Reviews Published

Wednesday, May 26, 2010

I felt cheated

LOST, the final episode. I loved the character development. I didn't care about the unresolved mysteries. But as soon as I realised the "sideways" or "LA X" reality was a sham, I felt cheated.

I felt cheated. As she was dying, Juliet said "it worked". This was reinforced a few episodes before the finale, when Miles did his speaking to the dead routine. It worked, he said. That's what the whole final season was about, that it worked. It didn't. A video review points out that when Juliet said "it worked", she meant the candy machine (the "enlightenment" scene with Sawyer in the last episode). I would have said "what a long con", only it would be besmirching to Sawyer, so I'll say instead "what a cop-out".

I felt cheated. I got a glimpse of the way life could have been for these people if only Jacob hadn't messed with it, and, having done his dirty work on the island, having completed their save-the-world mission, they deserved a chance to have that original way of life back, with all their island memories switched on so they remember every day how lucky they are to live their happy HERE-after. Instead, their grand prize was a waiting room.

I felt cheated. Just as it was imperative for the actions taken in the Island Reality to influence the final resolution, so should the actions taken in the Sideways Reality have mattered. Switching on their memories should have helped good overcome evil in the Island Reality.
Speaking of good overcoming evil, I felt cheated. Other reviewers have put it eloquently enough (see the 2 paragraphs beginning with "I was especially disappointed when Kate killed MIB...", then the comment Steven Says "What I took away from this, is if I ever get into a fight with a creature made of spirit possessing no body..." and WarnaBrutha's comment "An alternate version of the fight scene...").

Look, I still loved every 120 or so (somebody else on the forums did the maths) of the hours I spent watching LOST. The characters were iconic. The mysteries mind-blowing. It was fun to keep track of the timelines. But did I mention how, at the end of it all, I felt cheated?

PS: I love this alternative interpretation (although emotionally crippling, it's actually much more satisfying from a writer's perspective):
Damon Says:

You guys just don't get it. Did you even watch the show? Some of you seriously need to go back and watch it again if you did. It was clear that they didn't die when the plane crashed. The island was real, and the losties created there own after-life get-together so they could be with the ones that were most important to them. At least that's what they thought. The twist was that in the church Christian Sheppard was actually the smoke monster. He took old-man Sheppard's body as he had done many times before throughout the series. It was his way of getting even with the losties for all the trouble they put him through -- his long con. After Jack kicked Smlock off the cliff, they thought he was dead. Well, wasn't it odd that a creature that lived hundreds of years and could withstand bullets and everything else and turn into smoke was so easily beaten by Jack and Kate. He didn't really die. When the losties weren't looking, Smokey left Lock's body. When the losties all eventually died and went to their after-life gathering, little did they know that Smokey was there as well -- he had found another loop-hole. That's why Christian's body wasn't in the coffin, just like in the early episode when Jack found the coffin in the woods without the body and then saw Christian, who was actually the smoke monster. At the gathering, Smokey was misleading them into believing that they were "moving on." Nothing he said was true. Instead, Smokey was ushering them into a fate "worse than death." Didn't you see the light from the door he opened? It was the light from the cave. They never really left the island. The sideways world was not in L.A. It was something they created after they died on the island. No one ever left. It was a perfect ending. It was true to Lost being about the duality of man. Good versus Bad. Light and Dark. But with no clear winners and losers. The thing is, we never saw the losties walk into the golden light, so we don't know if they did. Perhaps they didn't fall for Smokey's trap. But then again, maybe they did. Now I know some people think the smoke monster snuck on the plane when Miles and Richard were fixing the wiring and that the plane took off before Jack corked the hole in the cave so Smokey possibly got off the island like he said he would. If he did, then maybe the world (and the island) were destroyed, which explains the island being at the bottom of the sea. I guess that's possible. It's all up to how you see it. Best show ever. (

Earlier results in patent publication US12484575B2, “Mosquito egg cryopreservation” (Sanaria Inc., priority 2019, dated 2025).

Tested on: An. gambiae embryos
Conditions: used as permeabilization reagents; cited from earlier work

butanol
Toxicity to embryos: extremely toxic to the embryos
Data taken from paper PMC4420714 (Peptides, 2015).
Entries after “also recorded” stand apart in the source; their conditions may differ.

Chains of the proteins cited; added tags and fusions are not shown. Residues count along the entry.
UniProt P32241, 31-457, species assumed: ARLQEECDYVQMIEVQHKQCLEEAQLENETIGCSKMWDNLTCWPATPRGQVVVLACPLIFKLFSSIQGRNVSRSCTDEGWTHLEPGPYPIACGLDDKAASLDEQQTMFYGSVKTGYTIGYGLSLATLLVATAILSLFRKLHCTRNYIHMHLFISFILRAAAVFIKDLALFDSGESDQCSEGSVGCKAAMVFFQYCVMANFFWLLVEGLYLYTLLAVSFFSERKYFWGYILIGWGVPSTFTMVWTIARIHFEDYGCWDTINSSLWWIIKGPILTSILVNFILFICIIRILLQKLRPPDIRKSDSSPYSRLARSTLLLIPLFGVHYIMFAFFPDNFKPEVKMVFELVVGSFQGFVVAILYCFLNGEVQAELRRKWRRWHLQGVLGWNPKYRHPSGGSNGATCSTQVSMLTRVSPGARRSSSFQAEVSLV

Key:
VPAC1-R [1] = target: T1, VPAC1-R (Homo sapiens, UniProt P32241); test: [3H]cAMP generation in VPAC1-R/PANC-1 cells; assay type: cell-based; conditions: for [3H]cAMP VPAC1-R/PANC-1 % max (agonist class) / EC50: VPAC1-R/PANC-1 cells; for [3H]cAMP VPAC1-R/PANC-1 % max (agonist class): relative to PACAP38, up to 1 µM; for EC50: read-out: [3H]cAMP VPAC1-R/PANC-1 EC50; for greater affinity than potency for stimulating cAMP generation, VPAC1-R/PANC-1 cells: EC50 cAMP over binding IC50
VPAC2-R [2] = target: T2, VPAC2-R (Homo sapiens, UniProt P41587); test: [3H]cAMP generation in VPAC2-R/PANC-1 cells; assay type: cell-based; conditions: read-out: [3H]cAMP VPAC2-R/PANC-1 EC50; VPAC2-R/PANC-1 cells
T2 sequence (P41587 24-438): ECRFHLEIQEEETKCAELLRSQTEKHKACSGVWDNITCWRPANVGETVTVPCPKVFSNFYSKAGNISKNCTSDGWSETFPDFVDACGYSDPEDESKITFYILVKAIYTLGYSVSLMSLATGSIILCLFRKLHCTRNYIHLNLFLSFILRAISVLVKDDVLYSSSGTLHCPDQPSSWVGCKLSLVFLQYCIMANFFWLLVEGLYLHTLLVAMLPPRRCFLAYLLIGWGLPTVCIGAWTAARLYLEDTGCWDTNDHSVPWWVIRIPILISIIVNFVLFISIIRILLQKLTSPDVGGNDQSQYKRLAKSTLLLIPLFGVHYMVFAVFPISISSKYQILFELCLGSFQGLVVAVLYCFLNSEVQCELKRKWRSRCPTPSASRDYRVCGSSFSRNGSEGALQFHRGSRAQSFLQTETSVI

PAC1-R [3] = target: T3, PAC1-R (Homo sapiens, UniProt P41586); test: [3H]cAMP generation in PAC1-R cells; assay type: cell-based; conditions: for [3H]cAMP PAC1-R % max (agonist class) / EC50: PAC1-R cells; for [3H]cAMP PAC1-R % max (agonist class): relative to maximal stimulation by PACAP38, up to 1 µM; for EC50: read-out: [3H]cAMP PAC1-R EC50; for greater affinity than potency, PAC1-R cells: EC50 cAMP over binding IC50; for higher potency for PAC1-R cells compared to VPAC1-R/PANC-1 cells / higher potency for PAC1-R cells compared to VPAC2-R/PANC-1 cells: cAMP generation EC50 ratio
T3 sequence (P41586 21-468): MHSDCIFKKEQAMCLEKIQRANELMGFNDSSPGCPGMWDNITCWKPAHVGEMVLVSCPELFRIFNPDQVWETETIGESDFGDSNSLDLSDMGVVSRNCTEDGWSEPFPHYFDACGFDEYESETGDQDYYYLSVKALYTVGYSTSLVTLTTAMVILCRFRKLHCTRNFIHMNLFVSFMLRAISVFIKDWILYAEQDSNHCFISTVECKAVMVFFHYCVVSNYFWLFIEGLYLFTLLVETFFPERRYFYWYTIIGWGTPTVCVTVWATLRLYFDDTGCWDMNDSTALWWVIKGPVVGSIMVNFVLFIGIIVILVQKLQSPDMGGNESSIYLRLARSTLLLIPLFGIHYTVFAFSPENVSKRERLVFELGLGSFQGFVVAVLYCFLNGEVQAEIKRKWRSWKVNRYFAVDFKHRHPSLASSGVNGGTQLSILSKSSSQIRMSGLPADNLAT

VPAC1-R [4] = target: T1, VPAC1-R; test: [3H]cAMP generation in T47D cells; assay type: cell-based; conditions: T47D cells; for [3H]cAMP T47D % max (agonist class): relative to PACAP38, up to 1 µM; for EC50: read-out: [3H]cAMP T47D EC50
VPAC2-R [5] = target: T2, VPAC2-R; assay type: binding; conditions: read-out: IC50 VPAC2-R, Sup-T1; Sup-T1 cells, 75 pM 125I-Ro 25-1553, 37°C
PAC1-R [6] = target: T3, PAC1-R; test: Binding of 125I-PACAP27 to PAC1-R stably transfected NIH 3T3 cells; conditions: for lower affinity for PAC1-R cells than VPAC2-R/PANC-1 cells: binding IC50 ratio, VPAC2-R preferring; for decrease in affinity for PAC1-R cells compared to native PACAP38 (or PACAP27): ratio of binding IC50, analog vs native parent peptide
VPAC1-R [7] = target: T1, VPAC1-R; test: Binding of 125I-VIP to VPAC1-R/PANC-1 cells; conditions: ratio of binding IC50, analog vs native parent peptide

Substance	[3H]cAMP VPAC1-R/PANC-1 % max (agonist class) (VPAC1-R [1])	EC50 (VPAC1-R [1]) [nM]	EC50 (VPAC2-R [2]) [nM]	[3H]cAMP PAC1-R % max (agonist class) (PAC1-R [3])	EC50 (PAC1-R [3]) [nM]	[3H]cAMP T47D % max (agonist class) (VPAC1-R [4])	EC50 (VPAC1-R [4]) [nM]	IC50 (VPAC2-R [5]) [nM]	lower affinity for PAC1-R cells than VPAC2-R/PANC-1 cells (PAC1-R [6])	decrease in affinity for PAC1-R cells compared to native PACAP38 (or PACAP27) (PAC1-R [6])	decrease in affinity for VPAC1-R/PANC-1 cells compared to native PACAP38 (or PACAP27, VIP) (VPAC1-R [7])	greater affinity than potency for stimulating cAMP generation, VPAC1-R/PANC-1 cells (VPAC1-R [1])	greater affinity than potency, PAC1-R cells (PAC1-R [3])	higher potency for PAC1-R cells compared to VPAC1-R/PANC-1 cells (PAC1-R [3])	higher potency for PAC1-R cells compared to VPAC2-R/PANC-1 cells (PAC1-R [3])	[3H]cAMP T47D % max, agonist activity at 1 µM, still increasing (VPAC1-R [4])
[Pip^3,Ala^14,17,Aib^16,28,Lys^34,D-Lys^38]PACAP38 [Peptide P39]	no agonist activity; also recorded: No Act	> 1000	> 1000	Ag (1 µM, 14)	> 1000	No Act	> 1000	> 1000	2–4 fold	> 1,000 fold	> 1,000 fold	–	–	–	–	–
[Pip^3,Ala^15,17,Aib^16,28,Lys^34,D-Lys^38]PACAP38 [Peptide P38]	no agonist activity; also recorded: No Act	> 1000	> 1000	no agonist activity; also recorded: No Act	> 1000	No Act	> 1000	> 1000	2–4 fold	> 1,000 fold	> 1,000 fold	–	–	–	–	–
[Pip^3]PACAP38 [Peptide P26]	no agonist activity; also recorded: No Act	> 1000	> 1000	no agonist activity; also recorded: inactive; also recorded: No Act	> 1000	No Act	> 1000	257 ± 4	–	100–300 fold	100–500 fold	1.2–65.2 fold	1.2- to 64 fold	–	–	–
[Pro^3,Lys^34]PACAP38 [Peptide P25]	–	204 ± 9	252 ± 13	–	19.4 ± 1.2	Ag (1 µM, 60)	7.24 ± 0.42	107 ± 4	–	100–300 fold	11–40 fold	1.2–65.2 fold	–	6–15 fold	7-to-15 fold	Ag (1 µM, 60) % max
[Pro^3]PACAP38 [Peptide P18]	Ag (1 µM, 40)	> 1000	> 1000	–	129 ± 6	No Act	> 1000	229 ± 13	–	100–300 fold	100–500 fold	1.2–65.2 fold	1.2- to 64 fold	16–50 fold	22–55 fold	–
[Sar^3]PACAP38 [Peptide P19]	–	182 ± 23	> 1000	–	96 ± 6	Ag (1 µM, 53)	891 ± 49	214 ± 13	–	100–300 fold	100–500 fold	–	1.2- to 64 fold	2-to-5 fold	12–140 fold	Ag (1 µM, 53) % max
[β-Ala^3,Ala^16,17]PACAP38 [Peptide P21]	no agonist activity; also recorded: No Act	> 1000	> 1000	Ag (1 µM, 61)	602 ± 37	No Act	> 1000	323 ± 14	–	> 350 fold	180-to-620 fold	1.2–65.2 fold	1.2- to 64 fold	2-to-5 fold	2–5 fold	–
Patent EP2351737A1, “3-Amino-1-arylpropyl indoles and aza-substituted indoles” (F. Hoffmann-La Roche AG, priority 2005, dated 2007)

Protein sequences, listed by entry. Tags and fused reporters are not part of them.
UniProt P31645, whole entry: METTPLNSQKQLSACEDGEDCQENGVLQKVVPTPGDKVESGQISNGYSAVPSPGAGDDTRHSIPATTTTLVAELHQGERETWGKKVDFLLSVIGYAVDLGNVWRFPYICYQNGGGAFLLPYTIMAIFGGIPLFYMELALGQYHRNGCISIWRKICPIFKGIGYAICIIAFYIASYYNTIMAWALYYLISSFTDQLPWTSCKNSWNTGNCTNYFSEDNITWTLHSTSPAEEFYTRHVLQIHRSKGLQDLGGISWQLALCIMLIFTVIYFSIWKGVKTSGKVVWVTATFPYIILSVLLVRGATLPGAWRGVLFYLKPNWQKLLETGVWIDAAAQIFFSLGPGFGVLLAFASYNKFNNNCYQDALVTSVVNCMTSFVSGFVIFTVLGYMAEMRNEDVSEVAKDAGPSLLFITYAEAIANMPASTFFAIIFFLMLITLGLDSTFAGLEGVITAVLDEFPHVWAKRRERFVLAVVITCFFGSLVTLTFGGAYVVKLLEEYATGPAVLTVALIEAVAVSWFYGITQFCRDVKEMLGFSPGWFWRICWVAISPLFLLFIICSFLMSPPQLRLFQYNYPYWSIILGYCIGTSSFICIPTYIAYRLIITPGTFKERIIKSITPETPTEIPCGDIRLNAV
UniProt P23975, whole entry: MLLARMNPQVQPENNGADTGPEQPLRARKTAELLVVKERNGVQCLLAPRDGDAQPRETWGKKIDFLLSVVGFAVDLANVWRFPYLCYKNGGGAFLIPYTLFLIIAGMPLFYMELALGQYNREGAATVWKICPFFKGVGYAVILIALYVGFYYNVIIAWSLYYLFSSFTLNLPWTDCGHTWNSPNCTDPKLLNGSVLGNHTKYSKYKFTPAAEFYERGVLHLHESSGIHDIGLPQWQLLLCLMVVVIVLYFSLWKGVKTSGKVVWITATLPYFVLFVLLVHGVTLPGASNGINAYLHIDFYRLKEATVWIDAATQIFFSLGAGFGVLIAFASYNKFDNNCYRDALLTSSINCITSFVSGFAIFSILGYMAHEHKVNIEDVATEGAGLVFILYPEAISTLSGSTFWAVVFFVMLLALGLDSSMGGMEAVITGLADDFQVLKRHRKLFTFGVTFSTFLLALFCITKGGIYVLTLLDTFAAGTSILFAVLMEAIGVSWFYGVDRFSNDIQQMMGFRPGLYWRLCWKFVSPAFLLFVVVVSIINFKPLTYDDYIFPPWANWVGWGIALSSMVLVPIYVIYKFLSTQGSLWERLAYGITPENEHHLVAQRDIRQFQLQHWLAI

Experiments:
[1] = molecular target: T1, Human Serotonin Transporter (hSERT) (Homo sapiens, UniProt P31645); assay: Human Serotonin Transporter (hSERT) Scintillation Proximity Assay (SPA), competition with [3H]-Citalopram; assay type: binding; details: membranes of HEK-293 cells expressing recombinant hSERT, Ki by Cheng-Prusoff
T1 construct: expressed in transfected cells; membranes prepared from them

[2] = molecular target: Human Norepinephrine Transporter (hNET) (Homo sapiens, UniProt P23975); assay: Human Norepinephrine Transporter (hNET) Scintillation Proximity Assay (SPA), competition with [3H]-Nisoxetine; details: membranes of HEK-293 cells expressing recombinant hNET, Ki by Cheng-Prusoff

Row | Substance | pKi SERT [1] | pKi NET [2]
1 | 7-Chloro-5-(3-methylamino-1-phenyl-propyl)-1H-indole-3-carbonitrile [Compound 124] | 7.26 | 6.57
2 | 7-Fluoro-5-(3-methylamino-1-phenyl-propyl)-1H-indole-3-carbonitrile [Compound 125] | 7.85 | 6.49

PPS: I felt cheated: "Over the duration of the series, much speculation was made that the Island was Purgatory or Limbo where the characters all existed after dying in the crash of flight 815. The purgatory island theory was officially denied by the producers. In the series finale, it is revealed that the Flash-Sideways "Timeline", where the uninhabitable Island existed, was the purgatorial limbo existence. (Irony)"

Thursday, May 20, 2010

Literary Fiction versus Pop

Why are all the literary fiction books out there so dreary? Yvonne Walus investigates and fails to find the answer here.